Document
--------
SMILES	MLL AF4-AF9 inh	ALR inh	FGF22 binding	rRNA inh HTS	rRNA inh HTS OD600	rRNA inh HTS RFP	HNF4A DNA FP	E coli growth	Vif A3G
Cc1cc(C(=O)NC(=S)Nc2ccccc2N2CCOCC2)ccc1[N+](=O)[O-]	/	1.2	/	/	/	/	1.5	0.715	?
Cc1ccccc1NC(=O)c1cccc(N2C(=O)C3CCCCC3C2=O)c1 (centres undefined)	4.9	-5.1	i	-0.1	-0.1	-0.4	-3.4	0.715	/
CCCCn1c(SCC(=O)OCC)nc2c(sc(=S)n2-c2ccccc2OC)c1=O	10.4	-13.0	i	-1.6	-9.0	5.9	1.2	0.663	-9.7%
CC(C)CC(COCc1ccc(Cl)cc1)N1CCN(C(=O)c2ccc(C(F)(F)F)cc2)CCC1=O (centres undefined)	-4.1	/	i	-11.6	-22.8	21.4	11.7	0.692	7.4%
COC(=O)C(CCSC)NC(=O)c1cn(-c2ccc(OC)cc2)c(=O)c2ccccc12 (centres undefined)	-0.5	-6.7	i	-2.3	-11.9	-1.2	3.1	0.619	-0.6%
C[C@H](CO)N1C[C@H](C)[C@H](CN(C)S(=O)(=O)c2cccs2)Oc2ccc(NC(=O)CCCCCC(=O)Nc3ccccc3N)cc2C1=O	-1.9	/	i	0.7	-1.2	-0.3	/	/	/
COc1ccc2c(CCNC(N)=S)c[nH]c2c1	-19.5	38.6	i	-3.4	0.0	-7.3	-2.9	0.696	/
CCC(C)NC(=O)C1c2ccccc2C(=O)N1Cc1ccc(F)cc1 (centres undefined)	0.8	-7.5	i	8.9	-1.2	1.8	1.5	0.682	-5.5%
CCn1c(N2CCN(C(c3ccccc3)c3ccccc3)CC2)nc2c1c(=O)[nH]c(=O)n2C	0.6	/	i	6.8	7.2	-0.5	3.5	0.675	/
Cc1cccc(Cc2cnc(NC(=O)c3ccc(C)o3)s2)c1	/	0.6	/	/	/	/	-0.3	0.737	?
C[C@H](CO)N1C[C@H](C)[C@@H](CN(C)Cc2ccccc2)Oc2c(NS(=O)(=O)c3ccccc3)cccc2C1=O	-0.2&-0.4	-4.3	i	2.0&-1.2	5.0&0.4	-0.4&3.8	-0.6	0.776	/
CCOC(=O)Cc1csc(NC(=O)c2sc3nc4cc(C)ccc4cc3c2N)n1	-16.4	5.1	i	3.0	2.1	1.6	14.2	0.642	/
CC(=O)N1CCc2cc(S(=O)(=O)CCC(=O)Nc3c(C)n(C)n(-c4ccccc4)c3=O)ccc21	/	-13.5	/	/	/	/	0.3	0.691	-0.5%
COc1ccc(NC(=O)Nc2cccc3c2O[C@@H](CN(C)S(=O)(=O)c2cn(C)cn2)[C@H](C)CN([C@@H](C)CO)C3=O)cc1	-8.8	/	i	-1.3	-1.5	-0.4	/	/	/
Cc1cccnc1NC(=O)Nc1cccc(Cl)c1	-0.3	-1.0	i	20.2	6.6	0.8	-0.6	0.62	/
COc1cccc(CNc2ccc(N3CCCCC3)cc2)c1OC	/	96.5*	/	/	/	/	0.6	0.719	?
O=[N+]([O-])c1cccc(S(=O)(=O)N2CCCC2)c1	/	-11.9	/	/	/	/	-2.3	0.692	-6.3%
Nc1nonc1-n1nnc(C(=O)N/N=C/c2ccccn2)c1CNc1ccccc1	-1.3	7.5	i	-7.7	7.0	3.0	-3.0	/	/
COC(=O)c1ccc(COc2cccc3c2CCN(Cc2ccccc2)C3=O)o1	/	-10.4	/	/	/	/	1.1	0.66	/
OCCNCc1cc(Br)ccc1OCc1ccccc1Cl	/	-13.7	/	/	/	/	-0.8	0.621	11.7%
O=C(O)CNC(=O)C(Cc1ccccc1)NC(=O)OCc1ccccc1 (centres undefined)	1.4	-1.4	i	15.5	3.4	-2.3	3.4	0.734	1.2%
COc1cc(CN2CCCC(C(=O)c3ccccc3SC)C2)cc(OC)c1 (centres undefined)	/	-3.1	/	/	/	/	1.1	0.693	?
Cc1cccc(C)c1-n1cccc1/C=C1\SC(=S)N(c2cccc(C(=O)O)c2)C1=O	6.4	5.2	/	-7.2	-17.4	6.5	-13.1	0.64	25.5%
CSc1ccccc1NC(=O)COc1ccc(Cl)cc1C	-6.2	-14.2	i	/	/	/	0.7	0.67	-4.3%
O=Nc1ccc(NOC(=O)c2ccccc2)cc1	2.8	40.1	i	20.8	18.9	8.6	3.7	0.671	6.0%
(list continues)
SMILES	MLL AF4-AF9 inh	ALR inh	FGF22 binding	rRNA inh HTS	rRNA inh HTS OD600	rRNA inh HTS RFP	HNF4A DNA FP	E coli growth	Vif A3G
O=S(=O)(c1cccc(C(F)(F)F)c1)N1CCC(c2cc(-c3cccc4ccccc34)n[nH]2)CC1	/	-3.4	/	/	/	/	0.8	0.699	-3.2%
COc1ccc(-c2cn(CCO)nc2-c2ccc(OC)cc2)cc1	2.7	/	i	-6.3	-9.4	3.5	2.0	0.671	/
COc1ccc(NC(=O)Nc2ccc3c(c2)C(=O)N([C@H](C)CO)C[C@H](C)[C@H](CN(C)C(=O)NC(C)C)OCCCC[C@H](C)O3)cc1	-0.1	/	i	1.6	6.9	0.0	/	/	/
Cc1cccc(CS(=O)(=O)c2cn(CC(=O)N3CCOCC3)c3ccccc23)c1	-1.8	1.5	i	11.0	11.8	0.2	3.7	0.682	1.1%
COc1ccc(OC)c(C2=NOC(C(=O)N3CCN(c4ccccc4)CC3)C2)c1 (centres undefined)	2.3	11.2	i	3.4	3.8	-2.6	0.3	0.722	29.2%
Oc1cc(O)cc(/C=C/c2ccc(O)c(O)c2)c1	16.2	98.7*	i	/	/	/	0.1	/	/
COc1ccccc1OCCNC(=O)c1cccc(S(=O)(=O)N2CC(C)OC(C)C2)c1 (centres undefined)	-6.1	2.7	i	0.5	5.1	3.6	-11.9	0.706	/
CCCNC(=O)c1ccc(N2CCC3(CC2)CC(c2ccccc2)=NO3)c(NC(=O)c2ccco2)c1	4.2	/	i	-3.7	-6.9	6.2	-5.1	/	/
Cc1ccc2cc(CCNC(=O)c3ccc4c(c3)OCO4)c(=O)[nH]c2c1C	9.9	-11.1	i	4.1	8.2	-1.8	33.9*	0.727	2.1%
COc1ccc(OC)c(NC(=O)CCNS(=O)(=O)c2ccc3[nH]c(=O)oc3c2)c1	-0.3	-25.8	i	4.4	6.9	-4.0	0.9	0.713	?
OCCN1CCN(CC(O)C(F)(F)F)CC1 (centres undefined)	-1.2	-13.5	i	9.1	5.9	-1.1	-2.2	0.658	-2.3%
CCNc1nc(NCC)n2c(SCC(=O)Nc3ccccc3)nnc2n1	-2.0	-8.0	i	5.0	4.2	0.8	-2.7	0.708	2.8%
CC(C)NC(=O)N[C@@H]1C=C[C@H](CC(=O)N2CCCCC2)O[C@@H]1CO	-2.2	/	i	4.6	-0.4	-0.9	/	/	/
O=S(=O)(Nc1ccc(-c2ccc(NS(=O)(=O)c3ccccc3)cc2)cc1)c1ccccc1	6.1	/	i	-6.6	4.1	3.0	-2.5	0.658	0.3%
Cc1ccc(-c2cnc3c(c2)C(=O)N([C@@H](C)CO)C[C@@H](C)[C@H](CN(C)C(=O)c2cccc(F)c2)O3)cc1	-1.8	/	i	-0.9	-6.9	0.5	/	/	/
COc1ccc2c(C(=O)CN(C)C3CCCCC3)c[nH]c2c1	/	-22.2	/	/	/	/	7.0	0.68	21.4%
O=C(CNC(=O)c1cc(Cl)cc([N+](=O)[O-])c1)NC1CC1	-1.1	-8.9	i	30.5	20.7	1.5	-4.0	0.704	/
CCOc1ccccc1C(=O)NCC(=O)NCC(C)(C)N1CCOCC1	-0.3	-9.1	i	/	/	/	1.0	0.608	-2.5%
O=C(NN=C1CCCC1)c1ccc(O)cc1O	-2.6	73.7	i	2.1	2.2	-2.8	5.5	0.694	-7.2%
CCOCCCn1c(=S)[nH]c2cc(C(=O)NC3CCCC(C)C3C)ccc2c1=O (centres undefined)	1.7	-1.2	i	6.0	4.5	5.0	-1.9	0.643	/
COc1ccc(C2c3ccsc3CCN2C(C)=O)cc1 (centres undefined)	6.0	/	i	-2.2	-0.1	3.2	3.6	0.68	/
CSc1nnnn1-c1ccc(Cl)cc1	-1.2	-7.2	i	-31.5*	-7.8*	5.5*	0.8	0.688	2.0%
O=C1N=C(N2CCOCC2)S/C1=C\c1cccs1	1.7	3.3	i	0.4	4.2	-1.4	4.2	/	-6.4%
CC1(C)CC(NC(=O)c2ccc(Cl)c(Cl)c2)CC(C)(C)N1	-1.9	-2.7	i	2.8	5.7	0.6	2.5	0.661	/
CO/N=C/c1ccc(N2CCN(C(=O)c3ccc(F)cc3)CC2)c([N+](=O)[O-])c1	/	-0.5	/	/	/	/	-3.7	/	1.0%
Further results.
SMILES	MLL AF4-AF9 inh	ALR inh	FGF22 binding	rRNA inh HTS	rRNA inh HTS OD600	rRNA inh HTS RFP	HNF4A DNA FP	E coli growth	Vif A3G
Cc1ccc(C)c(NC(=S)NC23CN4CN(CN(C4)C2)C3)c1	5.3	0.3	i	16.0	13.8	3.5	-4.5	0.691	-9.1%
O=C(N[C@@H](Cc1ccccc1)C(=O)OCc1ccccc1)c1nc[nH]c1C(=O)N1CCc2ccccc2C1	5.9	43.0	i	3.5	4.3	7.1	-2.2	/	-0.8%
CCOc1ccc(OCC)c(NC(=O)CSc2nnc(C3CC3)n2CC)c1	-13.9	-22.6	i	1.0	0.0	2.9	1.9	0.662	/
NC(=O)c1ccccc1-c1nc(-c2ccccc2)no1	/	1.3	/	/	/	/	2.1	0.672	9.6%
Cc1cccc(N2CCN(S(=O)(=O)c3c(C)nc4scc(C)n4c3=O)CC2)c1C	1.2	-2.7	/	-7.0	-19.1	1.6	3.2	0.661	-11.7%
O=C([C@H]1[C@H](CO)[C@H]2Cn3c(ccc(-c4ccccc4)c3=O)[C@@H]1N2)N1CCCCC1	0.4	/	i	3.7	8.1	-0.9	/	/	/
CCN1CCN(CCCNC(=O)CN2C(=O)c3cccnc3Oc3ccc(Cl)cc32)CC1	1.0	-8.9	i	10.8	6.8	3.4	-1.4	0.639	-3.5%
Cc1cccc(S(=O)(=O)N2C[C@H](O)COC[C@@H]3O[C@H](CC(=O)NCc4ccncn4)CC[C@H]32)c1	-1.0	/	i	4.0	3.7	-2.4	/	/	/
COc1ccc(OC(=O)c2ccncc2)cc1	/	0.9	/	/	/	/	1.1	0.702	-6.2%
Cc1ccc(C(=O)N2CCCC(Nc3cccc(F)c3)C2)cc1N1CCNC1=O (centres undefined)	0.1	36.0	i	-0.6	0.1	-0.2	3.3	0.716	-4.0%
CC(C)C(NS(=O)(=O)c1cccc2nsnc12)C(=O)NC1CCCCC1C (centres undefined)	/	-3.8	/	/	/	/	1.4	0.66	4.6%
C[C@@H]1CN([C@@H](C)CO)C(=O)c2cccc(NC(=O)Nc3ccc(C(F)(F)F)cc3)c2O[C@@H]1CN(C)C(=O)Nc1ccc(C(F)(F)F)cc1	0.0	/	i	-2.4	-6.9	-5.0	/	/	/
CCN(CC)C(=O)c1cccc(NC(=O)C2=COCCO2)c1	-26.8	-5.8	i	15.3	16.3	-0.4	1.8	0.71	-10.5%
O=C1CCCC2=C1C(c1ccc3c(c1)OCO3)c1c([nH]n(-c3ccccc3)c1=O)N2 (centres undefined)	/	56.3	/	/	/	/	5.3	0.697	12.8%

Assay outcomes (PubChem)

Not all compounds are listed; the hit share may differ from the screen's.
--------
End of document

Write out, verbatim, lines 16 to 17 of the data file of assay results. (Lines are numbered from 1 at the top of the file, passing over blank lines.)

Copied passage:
Cc1cccnc1NC(=O)Nc1cccc(Cl)c1	-0.3	-1.0	i	20.2	6.6	0.8	-0.6	0.62	/
COc1cccc(CNc2ccc(N3CCCCC3)cc2)c1OC	/	96.5*	/	/	/	/	0.6	0.719	?